Monthly Archives: April 2016

Hunt safely for turkeys and mushrooms


The Kansas Spring Turkey Season opened April 12 and is in full swing through May 31. Reports from the field indicate that birds are plentiful and responding to hunters’ calls. However, the tradition of spring turkey hunting, where the hunter hides in full camouflage while imitating the call of a hen, requires special safety consideration.


Turkey hunting can be excellent on state wildlife areas, as well as the nearly 250,000 acres of private land  enrolled in the Spring Walk-In Hunting Access Program. Hunters on public land must always assume other hunters are there, too. Although hunting in Kansas is safer than playing golf, when you consider injuries per 100,000 participants, one tragic hunting-related accident is too many. A few simple precautions can help ensure you or another hunter don’t become a statistic.


First, never wear the colors black, blue or red, the colors prominent on a tom turkey as it displays for a hen. Set up to call with a good view in front and a tree wider than your shoulders at your back. A shoulder-width tree to lean against will protect you if another hunter stalks in from behind. If you see another hunter, whistle or call out; never wave or move, which could draw fire. Always assume a sound you hear is another hunter, and act accordingly. Many hunters will wear a fluorescent orange hat or vest when they walk out after hunting, or if they are successful, they may wrap an orange vest around their bird as they carry it out. Hunting-related accidents during the spring turkey season are rare, but let’s keep it that way.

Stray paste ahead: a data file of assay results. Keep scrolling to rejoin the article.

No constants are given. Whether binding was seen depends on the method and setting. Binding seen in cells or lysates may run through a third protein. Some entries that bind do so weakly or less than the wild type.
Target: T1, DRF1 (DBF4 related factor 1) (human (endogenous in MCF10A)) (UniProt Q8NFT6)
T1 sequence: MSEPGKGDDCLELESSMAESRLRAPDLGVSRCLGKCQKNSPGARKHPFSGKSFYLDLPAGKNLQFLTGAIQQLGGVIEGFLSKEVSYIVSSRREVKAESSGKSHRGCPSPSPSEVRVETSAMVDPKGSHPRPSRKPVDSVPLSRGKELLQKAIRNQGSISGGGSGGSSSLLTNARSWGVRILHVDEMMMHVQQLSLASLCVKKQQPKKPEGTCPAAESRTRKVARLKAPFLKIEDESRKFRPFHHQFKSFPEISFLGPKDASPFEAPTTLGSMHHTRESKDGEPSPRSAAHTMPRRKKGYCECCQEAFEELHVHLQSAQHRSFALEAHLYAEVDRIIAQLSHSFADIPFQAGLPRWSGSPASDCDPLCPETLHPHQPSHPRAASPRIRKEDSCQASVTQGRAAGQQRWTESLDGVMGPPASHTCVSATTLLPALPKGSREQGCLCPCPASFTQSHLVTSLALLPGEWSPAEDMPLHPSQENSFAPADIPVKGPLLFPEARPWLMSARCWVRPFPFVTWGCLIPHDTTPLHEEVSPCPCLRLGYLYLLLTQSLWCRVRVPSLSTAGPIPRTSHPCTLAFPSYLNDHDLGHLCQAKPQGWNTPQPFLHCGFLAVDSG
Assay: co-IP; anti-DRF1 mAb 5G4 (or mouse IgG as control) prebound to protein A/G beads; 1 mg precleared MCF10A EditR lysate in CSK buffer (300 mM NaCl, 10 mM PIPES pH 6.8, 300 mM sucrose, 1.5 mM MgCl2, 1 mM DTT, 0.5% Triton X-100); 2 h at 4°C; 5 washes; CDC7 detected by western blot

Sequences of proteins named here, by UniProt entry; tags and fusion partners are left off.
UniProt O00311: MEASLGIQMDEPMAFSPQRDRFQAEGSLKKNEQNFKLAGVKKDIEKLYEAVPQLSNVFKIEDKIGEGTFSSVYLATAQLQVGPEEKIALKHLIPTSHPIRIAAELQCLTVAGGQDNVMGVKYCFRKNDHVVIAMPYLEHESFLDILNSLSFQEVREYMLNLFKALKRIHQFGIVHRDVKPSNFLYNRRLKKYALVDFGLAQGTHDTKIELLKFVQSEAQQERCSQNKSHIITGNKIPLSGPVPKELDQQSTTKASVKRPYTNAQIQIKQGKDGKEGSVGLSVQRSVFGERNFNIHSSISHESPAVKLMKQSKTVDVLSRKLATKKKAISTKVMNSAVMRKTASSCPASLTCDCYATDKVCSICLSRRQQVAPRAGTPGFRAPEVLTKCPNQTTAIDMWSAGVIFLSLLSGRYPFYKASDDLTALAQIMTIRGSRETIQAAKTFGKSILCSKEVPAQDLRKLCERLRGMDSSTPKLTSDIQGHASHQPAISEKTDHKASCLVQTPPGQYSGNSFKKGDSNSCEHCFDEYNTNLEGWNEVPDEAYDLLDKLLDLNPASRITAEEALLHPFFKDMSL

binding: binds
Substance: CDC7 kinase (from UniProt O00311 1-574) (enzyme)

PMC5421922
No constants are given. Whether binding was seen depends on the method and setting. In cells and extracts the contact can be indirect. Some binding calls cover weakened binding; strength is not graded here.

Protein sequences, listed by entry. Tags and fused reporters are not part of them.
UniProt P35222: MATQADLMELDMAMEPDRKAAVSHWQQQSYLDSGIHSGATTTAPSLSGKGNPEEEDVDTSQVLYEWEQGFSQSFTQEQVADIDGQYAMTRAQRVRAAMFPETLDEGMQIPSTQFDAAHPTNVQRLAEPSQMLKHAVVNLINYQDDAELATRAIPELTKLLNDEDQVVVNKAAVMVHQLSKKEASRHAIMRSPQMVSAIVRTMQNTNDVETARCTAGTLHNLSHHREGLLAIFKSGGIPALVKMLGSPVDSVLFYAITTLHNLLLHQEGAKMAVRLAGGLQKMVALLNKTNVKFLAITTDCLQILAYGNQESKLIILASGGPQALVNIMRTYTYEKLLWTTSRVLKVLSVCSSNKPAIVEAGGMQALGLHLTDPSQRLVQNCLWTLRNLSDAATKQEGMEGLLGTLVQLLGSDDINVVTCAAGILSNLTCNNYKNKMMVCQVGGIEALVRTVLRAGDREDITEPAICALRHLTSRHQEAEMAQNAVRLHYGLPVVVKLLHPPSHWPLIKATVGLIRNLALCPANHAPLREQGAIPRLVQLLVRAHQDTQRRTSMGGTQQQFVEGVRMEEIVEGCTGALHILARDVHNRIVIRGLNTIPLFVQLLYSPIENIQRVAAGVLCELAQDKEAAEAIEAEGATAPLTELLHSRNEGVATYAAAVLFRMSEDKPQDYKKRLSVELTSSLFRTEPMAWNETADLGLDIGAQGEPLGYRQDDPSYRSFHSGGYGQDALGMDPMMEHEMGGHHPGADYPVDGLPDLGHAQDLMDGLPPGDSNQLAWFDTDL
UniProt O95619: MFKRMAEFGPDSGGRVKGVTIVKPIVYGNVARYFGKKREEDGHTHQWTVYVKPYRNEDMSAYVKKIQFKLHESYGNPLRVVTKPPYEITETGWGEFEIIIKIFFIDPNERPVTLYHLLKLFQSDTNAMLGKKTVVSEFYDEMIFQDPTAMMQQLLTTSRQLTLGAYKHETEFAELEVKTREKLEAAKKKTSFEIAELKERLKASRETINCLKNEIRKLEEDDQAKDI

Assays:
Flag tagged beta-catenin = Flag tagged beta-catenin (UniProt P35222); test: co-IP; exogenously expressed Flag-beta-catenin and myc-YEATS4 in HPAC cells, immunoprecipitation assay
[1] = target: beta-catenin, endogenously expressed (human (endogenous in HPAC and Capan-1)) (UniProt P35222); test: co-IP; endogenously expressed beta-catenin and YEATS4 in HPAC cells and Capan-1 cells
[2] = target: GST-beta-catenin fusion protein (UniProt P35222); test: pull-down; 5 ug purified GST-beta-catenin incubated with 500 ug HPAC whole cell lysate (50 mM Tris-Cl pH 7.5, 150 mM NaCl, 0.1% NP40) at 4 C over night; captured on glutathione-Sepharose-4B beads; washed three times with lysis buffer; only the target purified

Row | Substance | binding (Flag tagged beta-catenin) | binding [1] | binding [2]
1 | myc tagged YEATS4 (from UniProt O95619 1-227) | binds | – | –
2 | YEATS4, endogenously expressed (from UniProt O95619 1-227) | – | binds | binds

Another kind of hunter in the woods this time of year is hunting morel mushrooms, and reports from the field indicate that hunters are finding them now. It is legal to pick morels on state and federal public hunting land as long as they are kept for personal consumption. Mushrooms collected on state and federal lands may not be sold commercially. Spring Walk-In Hunting Access land is leased for hunting access only. Morels found incidentally by turkey hunters on WIHA lands may be collected for personal use. Mushroom hunters should assume they will encounter turkey hunters on public lands, but potential conflict can be minimized by hunting mushrooms mid-day. Most turkey hunters prefer to be in the woods at daybreak and are often calling it a day by mid-morning.

Free entrance at Kansas State Parks April 23


Soak up the sun, hike a trail, build a craft, enter a 5K, shoot some archery – whatever floats your boat, chances are you’ll be able to enjoy it at a Kansas state park on April 23 during the 2016 Open House event and the best part is, it may only cost you the gas it takes to get there.